- When she was a girl, Zee had a strong sense of herself, yet as a grown woman, she is unsure of who she is and what she wants from life. How do we lose that sense of certainty we often have as children? How did Zee lose it? Can we retain it, or does the process of maturing overshadow our youthful notions? How do the events of the story transform Zee? Does she find clarity by the novel's end?
- The loss of self is also evident as Zee's father, Finch, succumbs to Parkinson's Disease and Alzheimer's. What did caring for Finch offer the young woman? Did her father's decline offer clarity or just confuse her more in her struggle to understand herself?
- Talk about Zee's relationship to her father, Finch, and his significant other Melville. Was she closer to one than the other? What impact did Finch have on Zee's development? What about Melville?
- Do you agree with Melville's actions concerning the book of Yeats's poetry at the novel's end? What propelled him to do this? Did he ever have anything to be sorry for?
- How did Maureen's story The Once color Zee's perceptions of love? What impact did it have on how she viewed Hawke? Who did Zee think Maureen was writing about? Maureen never finished The Once. How do you think it should end?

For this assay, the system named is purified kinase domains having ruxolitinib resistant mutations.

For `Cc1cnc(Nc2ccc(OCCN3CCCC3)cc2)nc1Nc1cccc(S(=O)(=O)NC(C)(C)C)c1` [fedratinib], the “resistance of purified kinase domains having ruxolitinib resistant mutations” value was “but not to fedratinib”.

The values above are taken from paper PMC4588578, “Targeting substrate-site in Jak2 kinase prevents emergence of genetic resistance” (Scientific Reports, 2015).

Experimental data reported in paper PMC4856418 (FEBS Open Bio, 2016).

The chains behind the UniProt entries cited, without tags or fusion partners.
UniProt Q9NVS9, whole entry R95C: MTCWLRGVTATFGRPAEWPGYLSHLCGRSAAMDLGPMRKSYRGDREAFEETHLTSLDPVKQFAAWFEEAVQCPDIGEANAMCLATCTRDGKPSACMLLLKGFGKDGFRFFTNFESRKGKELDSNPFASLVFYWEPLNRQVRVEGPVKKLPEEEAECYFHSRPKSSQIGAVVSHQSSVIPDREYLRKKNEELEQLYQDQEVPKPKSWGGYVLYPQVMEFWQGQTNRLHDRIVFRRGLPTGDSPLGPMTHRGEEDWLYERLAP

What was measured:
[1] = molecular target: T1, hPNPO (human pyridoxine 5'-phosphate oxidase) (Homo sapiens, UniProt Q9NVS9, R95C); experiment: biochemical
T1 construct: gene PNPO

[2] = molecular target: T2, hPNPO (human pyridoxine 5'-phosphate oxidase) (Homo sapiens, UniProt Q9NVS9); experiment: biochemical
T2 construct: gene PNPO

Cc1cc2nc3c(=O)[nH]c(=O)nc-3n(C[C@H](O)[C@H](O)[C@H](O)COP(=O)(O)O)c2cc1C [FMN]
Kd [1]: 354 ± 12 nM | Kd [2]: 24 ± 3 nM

- Celestial navigation is a theme interwoven throughout the book. What is the significance to the story? Did reading The Map of True Places make you interested in learning more about this lost art? Do you have a constant in your life that helps guide you to safety?
- Home is another touchstone of The Map of True Places. What is home? What impact does "home" and the idea of home have on our lives and who we are? In Look Homeward Angel, Thomas Wolfe wrote, "you can't go home again." Do you agree with this?
- The author skillfully interweaves literature and history into The Map of True Places. Choose any of these elements—such as Zee's full name, Hephzibah, Nathaniel Hawthorne, Herman Melville, the Friendship—and talk about its significance to the story and the characters.
- What did you take away from reading The Map of True Places? If you read Brunonia Barry's first novel, The Lace Reader, how do the works compare and relate to each other?